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Archives of cardiovascular diseases
Volume 103, n° 11-12
pages 603-614 (novembre 2010)
Doi : 10.1016/j.acvd.2010.09.004
Received : 9 August 2010 ;  accepted : 9 September 2010
Developments in echocardiographic techniques for the evaluation of ventricular function in children
L’évaluation de la fonction ventriculaire chez l’enfant – nouvelles techniques échocardiographiques
 

Andreea Dragulescu, Luc L. Mertens
Department of Cardiology, Hospital for Sick Children, 555 University Avenue, Toronto, ON, M5G 1X8 Canada 

Corresponding author. Fax: +416 813 5857.
Summary

Echocardiography is a very important tool for the diagnosis and follow-up of children with congenital and acquired heart disease. One of the challenges that remains in paediatric heart disease is the assessment of systolic and diastolic function in children, as this is influenced by growth, morphology and loading conditions. New echocardiographic techniques, such as tissue Doppler, deformation imaging and three-dimensional echocardiography, have great potential application in this field. They may provide new insights into the influence of growth, morphology and loading on cardiac mechanics, and could become useful clinical tools. In this review, we discuss the potential use and limitations of these new echocardiographic techniques in paediatric and congenital heart disease.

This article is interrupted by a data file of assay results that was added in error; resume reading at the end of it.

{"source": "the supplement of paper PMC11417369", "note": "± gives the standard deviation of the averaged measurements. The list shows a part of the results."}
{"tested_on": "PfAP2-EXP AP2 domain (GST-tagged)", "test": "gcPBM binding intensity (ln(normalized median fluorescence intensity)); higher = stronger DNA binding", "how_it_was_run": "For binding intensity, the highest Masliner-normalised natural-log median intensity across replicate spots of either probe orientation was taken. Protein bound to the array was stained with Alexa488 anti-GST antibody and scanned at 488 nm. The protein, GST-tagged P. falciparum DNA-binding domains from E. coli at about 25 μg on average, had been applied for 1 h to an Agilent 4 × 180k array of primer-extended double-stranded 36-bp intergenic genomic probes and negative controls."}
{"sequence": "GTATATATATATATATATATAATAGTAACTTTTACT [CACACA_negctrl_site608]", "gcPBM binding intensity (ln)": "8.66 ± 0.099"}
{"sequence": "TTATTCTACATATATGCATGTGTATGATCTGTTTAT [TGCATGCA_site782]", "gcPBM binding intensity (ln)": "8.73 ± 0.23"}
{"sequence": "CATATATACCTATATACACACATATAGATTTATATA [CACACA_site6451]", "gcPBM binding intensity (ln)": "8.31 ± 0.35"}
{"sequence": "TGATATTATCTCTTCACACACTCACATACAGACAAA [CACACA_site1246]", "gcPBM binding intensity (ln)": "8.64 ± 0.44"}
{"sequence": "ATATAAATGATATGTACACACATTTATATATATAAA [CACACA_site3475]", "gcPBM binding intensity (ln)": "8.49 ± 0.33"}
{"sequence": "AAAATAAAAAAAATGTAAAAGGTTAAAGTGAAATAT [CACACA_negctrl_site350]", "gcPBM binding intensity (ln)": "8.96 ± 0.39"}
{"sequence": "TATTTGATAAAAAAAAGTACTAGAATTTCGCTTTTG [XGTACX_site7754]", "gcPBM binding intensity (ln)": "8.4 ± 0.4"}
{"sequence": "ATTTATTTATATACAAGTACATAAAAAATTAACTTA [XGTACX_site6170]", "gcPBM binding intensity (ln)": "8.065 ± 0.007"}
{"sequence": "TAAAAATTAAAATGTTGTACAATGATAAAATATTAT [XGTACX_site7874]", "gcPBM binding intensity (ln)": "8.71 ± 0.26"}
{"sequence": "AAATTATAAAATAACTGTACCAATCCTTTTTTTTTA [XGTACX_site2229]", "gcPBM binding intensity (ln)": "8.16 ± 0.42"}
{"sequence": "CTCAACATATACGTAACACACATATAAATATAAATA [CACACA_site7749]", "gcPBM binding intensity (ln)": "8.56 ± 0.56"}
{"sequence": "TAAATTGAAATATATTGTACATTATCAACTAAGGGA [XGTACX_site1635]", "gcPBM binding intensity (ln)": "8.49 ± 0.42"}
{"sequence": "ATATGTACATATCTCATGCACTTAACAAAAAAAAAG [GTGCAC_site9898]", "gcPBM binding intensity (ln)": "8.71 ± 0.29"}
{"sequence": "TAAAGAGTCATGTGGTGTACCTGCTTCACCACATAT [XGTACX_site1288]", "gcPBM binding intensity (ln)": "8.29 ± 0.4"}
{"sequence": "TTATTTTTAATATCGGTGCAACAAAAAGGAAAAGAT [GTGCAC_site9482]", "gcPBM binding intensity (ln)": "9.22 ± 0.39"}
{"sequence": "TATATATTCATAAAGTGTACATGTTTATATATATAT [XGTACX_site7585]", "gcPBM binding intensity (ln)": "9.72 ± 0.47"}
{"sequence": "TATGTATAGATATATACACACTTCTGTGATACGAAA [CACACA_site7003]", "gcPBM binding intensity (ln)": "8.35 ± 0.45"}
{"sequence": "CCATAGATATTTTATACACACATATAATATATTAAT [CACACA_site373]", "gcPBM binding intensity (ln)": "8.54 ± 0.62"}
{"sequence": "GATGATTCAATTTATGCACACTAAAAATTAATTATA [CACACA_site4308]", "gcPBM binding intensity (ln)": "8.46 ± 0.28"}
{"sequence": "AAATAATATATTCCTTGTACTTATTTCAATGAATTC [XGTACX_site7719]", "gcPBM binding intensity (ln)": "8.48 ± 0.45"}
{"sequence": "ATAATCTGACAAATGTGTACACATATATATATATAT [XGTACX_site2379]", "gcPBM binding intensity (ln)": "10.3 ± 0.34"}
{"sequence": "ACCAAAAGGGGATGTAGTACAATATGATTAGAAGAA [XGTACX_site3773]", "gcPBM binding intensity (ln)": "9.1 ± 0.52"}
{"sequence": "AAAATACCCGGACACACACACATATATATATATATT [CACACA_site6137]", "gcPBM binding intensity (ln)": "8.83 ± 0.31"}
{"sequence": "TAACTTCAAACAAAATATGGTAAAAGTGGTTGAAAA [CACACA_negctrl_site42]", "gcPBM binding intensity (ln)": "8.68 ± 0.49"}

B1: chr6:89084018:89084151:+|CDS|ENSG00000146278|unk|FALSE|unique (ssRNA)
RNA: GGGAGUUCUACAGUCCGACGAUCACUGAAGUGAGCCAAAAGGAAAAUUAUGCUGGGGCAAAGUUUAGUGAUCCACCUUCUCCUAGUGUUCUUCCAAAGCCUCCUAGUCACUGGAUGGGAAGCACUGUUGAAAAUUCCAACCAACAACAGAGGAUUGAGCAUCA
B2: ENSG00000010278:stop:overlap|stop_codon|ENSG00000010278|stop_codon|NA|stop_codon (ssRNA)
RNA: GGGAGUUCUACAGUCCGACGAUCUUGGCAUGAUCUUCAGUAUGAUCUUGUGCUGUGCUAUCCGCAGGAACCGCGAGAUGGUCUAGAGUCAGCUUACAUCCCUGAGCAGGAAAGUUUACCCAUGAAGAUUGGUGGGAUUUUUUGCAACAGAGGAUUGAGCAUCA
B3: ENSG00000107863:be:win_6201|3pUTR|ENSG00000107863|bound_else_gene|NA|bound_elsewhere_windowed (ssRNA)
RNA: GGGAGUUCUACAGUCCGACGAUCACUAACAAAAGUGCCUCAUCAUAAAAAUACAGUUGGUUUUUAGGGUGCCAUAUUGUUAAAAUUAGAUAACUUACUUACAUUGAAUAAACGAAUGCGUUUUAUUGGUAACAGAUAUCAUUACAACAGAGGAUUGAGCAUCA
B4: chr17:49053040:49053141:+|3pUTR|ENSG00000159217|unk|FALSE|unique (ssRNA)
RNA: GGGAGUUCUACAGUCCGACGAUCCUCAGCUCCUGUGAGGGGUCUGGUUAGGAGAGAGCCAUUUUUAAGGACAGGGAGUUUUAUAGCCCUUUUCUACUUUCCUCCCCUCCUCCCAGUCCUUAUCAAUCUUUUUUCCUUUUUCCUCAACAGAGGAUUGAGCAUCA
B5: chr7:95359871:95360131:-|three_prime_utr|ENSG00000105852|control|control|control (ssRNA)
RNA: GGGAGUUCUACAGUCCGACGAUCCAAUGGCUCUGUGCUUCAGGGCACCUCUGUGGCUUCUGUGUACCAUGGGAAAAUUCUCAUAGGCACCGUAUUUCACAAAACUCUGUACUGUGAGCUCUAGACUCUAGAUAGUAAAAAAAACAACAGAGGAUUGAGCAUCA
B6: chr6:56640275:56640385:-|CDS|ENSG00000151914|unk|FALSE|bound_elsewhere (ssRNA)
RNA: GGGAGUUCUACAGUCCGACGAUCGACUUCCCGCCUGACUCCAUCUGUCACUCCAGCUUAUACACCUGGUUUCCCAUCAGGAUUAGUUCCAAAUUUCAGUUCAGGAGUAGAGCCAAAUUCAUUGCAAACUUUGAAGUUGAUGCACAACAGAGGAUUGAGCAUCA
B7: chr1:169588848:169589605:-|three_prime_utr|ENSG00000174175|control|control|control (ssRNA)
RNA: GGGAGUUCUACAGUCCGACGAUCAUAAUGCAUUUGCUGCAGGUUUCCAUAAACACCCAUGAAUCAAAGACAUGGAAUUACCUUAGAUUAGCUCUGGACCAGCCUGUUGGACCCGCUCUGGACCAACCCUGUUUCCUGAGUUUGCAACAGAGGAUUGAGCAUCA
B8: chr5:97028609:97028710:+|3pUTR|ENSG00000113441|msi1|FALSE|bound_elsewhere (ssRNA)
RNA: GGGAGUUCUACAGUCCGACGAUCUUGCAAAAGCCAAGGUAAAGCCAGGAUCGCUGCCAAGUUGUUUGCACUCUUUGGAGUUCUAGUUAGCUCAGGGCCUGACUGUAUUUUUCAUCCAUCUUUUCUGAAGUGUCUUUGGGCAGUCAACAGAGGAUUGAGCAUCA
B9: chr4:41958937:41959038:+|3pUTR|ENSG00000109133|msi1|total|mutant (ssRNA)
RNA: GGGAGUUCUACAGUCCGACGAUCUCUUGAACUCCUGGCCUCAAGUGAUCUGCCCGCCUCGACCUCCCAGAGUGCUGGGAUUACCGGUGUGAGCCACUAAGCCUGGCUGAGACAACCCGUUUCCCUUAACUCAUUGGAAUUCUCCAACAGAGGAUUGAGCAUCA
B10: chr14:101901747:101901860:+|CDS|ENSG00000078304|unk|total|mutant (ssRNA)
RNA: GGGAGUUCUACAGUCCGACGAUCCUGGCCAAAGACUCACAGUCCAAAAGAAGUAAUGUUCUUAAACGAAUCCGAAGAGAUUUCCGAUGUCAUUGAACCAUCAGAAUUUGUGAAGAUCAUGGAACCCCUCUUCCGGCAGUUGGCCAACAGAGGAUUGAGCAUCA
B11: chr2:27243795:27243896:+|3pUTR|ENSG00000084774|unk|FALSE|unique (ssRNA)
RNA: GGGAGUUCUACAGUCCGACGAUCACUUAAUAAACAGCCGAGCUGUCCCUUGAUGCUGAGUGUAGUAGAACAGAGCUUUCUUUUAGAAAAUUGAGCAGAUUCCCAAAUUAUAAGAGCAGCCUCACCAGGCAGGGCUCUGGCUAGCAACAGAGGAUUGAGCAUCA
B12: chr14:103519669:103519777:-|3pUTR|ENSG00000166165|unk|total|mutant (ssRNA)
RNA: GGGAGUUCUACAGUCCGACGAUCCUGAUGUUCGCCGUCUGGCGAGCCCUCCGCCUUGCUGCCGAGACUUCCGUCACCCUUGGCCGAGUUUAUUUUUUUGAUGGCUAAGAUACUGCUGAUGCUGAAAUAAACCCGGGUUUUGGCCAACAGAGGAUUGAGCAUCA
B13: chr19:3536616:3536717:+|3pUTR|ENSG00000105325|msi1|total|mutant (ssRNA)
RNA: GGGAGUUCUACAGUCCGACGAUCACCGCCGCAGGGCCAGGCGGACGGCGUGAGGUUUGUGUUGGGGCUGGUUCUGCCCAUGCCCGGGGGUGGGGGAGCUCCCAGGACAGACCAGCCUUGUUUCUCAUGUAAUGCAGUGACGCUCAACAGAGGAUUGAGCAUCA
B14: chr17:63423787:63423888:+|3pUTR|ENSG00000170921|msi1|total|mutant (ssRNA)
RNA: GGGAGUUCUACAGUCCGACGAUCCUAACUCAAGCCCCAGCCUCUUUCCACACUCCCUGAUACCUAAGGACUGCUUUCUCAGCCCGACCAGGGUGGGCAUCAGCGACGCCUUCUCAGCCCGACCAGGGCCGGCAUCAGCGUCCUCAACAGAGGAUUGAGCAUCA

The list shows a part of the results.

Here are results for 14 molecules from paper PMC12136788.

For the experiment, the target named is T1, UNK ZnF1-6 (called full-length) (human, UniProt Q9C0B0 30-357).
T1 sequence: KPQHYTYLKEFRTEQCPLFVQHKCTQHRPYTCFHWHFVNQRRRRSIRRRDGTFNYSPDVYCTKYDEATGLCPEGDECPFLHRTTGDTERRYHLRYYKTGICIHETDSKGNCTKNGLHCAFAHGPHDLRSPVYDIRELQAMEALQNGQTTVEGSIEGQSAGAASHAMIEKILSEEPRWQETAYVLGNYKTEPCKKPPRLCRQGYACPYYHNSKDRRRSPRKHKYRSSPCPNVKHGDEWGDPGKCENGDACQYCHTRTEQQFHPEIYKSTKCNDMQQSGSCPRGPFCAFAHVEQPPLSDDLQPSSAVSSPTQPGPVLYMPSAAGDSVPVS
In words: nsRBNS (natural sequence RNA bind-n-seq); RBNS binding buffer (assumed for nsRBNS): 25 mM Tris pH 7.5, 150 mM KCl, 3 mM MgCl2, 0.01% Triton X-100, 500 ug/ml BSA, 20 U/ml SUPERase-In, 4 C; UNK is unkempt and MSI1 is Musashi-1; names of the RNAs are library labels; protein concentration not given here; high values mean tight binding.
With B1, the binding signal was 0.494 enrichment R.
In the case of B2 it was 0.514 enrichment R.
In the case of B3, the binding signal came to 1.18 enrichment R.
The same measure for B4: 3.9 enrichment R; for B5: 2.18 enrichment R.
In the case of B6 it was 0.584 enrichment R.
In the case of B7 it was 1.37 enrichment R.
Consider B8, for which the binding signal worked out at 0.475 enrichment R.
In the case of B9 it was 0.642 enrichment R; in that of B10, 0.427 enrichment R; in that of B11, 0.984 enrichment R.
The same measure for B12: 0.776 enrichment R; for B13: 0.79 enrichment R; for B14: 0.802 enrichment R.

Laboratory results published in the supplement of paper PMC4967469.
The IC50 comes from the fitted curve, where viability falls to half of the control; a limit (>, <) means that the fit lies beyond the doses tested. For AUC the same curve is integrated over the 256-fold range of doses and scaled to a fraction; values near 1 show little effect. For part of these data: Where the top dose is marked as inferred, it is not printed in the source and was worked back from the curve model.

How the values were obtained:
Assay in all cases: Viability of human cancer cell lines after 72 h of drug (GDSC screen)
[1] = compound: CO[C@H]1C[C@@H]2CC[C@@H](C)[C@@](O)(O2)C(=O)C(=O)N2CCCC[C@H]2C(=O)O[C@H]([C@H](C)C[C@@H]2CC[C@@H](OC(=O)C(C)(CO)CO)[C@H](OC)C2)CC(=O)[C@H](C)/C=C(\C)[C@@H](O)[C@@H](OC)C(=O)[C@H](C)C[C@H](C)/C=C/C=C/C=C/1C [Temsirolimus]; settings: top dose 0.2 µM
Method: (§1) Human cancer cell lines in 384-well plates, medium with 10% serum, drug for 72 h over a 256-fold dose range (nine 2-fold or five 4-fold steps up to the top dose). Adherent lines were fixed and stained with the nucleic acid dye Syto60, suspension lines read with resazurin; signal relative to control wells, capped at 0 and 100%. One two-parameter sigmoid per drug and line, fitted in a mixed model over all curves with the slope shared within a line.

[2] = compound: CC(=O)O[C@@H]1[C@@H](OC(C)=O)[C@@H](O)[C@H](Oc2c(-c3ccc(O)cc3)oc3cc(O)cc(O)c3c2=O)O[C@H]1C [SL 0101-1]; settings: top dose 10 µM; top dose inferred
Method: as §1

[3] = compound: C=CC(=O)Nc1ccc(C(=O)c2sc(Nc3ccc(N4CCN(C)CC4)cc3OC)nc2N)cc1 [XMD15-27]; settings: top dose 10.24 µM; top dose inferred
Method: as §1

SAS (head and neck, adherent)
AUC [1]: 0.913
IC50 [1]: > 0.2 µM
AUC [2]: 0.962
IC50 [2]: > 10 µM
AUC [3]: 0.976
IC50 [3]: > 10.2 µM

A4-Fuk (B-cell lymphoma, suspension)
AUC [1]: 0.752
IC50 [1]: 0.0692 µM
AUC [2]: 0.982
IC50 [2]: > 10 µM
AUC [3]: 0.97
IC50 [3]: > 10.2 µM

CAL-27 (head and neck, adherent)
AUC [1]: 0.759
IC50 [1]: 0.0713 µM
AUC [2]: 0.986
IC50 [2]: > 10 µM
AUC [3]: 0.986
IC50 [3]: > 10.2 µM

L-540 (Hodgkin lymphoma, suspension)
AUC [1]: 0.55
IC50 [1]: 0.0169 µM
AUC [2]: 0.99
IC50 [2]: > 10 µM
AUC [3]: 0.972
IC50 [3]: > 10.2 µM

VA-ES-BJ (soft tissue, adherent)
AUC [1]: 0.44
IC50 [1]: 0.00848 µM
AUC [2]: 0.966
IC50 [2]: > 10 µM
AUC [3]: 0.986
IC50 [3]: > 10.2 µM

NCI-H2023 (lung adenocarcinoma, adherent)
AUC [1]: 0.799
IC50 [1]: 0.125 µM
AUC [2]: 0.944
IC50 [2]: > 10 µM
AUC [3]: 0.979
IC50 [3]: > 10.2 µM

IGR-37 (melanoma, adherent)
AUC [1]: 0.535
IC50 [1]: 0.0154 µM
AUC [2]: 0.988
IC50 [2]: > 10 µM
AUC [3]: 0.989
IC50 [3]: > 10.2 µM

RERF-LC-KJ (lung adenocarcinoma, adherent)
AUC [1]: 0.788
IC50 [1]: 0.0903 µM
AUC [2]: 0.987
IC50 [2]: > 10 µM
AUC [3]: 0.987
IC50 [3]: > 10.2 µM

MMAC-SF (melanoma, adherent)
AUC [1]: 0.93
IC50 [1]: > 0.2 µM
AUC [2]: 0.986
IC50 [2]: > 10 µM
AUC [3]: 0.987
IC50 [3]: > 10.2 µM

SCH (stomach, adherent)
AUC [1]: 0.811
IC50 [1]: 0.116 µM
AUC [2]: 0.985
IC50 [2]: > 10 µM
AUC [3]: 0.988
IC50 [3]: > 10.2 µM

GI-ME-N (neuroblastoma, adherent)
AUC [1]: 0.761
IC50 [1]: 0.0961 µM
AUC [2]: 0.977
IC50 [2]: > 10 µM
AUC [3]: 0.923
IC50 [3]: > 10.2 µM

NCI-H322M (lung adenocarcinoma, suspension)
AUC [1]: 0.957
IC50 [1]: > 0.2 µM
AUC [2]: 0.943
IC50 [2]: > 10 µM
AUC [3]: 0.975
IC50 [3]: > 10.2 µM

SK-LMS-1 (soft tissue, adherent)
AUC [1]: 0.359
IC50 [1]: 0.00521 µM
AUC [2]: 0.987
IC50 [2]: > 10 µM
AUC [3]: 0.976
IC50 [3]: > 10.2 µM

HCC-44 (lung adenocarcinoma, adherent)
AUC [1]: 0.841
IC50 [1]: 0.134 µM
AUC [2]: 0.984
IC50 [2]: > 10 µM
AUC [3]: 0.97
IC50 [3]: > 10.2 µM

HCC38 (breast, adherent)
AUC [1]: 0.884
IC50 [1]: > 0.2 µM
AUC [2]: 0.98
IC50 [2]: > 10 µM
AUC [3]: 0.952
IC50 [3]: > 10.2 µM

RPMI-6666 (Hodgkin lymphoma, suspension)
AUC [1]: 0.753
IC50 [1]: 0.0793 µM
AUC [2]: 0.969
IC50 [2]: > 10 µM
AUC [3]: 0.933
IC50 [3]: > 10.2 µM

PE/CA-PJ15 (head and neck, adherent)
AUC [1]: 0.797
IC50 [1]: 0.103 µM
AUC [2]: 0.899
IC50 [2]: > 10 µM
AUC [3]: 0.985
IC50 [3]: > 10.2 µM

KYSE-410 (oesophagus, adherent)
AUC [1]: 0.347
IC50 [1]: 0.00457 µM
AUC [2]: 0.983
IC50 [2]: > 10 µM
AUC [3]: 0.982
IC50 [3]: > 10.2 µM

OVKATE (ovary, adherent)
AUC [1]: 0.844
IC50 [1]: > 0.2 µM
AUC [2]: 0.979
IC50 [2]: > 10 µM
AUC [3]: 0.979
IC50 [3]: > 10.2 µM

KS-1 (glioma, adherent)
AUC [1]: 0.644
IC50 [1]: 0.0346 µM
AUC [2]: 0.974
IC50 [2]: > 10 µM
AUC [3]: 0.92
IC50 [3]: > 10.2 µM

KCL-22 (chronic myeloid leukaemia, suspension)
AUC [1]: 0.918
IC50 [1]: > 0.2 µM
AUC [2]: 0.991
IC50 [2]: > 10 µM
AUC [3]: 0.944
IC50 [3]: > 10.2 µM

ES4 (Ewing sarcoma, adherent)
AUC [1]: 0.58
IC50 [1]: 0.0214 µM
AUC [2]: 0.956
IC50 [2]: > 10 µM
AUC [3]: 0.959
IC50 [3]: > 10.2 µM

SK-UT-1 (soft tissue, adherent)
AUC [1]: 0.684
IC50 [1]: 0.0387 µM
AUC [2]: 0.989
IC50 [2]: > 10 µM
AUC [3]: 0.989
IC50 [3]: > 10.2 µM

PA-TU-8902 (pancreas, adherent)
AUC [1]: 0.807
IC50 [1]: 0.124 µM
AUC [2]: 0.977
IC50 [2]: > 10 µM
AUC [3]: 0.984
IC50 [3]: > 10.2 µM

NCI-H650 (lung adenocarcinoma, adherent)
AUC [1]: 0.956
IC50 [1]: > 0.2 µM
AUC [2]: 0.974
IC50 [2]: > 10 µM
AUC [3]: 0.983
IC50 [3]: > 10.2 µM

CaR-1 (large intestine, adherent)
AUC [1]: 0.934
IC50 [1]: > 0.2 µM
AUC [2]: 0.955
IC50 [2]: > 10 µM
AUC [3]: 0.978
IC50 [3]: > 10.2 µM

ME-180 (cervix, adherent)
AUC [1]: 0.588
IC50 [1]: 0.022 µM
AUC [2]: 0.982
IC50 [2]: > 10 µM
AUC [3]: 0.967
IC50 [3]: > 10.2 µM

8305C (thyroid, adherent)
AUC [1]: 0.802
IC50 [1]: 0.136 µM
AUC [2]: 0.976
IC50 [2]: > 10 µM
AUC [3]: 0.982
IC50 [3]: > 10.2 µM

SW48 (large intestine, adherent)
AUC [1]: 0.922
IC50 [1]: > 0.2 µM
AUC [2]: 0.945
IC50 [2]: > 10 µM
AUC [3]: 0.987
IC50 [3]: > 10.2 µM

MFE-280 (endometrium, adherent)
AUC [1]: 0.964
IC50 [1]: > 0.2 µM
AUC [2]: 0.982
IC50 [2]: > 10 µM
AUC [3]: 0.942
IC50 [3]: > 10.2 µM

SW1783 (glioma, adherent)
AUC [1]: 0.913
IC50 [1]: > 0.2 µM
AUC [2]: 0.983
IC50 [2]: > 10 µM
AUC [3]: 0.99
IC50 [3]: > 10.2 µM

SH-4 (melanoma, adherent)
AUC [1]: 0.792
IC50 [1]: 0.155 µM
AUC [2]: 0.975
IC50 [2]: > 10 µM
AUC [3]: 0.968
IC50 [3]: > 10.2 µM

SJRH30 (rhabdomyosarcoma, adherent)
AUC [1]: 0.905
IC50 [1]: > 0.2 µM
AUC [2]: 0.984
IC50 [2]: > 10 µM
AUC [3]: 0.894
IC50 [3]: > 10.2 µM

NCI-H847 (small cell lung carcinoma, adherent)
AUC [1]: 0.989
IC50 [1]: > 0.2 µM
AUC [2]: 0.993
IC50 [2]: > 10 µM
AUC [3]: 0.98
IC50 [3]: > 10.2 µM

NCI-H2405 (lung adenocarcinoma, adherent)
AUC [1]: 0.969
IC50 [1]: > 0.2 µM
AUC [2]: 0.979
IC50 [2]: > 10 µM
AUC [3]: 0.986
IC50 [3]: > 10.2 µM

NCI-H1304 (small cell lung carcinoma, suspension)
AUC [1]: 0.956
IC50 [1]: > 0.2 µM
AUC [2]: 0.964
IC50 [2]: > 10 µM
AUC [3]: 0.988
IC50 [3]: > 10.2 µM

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Résumé

L’échocardiographie est un outil très important dans le diagnostic et le suivi des patients avec cardiopathies congénitales et acquises. L’évaluation de la fonction systolique et diastolique chez l’enfant reste un problème due aux influences liées à la croissance, la morphologie ventriculaire et les conditions de charge. Les nouvelles techniques échographiques comme le Doppler tissulaire, l’imagerie de déformation et l’échographie 3D ont des applications potentielles importantes dans ce cadre. Elles peuvent apporter des nouvelles informations concernant la mécanique cardiaque dans différentes conditions pendant la croissance. Dans cette revue, on présente les indications potentielles et les limitations de ces techniques échographiques chez l’enfant.

The full text of this article is available in PDF format.

Keywords : Echocardiography, Tissue Doppler, Speckle tracking, Ventricular function

Mots clés : Échocardiographie, Doppler tissulaire, Speckle tracking, Fonction ventriculaire

Abbreviations : 2D, 3D, ASD, EF, IVA, LV, MRI, RV, TD